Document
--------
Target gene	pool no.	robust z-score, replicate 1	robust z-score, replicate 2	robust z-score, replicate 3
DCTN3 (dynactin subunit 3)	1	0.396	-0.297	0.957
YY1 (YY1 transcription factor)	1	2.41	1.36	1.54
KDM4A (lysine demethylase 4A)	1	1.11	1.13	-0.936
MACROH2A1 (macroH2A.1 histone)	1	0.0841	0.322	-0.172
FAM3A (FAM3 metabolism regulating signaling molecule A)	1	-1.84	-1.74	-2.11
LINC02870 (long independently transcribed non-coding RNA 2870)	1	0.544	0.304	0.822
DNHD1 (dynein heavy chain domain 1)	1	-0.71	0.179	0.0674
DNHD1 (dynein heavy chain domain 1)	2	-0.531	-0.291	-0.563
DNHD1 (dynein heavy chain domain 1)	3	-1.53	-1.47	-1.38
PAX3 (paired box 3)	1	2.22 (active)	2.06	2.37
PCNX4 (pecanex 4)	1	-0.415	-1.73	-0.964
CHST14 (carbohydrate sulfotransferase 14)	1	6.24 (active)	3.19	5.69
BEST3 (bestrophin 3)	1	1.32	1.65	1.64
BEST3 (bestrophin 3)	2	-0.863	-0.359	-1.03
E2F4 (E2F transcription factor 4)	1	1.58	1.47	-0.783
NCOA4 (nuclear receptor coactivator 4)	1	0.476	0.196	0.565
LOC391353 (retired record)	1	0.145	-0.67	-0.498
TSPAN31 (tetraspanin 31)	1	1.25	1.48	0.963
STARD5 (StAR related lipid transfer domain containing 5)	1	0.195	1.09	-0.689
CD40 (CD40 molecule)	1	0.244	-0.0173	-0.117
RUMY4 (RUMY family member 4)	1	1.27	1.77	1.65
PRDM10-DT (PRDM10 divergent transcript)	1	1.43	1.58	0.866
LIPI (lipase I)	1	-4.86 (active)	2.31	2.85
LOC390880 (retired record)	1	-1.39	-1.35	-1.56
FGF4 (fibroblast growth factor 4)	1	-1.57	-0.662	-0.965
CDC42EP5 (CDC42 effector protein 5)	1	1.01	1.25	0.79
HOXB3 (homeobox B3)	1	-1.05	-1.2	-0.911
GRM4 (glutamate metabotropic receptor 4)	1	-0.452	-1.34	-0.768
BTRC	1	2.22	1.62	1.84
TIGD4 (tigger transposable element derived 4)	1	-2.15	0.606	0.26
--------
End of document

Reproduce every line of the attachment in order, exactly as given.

Target gene	pool no.	robust z-score, replicate 1	robust z-score, replicate 2	robust z-score, replicate 3
DCTN3 (dynactin subunit 3)	1	0.396	-0.297	0.957
YY1 (YY1 transcription factor)	1	2.41	1.36	1.54
KDM4A (lysine demethylase 4A)	1	1.11	1.13	-0.936
MACROH2A1 (macroH2A.1 histone)	1	0.0841	0.322	-0.172
FAM3A (FAM3 metabolism regulating signaling molecule A)	1	-1.84	-1.74	-2.11
LINC02870 (long independently transcribed non-coding RNA 2870)	1	0.544	0.304	0.822
DNHD1 (dynein heavy chain domain 1)	1	-0.71	0.179	0.0674
DNHD1 (dynein heavy chain domain 1)	2	-0.531	-0.291	-0.563
DNHD1 (dynein heavy chain domain 1)	3	-1.53	-1.47	-1.38
PAX3 (paired box 3)	1	2.22 (active)	2.06	2.37
PCNX4 (pecanex 4)	1	-0.415	-1.73	-0.964
CHST14 (carbohydrate sulfotransferase 14)	1	6.24 (active)	3.19	5.69
BEST3 (bestrophin 3)	1	1.32	1.65	1.64
BEST3 (bestrophin 3)	2	-0.863	-0.359	-1.03
E2F4 (E2F transcription factor 4)	1	1.58	1.47	-0.783
NCOA4 (nuclear receptor coactivator 4)	1	0.476	0.196	0.565
LOC391353 (retired record)	1	0.145	-0.67	-0.498
TSPAN31 (tetraspanin 31)	1	1.25	1.48	0.963
STARD5 (StAR related lipid transfer domain containing 5)	1	0.195	1.09	-0.689
CD40 (CD40 molecule)	1	0.244	-0.0173	-0.117
RUMY4 (RUMY family member 4)	1	1.27	1.77	1.65
PRDM10-DT (PRDM10 divergent transcript)	1	1.43	1.58	0.866
LIPI (lipase I)	1	-4.86 (active)	2.31	2.85
LOC390880 (retired record)	1	-1.39	-1.35	-1.56
FGF4 (fibroblast growth factor 4)	1	-1.57	-0.662	-0.965
CDC42EP5 (CDC42 effector protein 5)	1	1.01	1.25	0.79
HOXB3 (homeobox B3)	1	-1.05	-1.2	-0.911
GRM4 (glutamate metabotropic receptor 4)	1	-0.452	-1.34	-0.768
BTRC	1	2.22	1.62	1.84
TIGD4 (tigger transposable element derived 4)	1	-2.15	0.606	0.26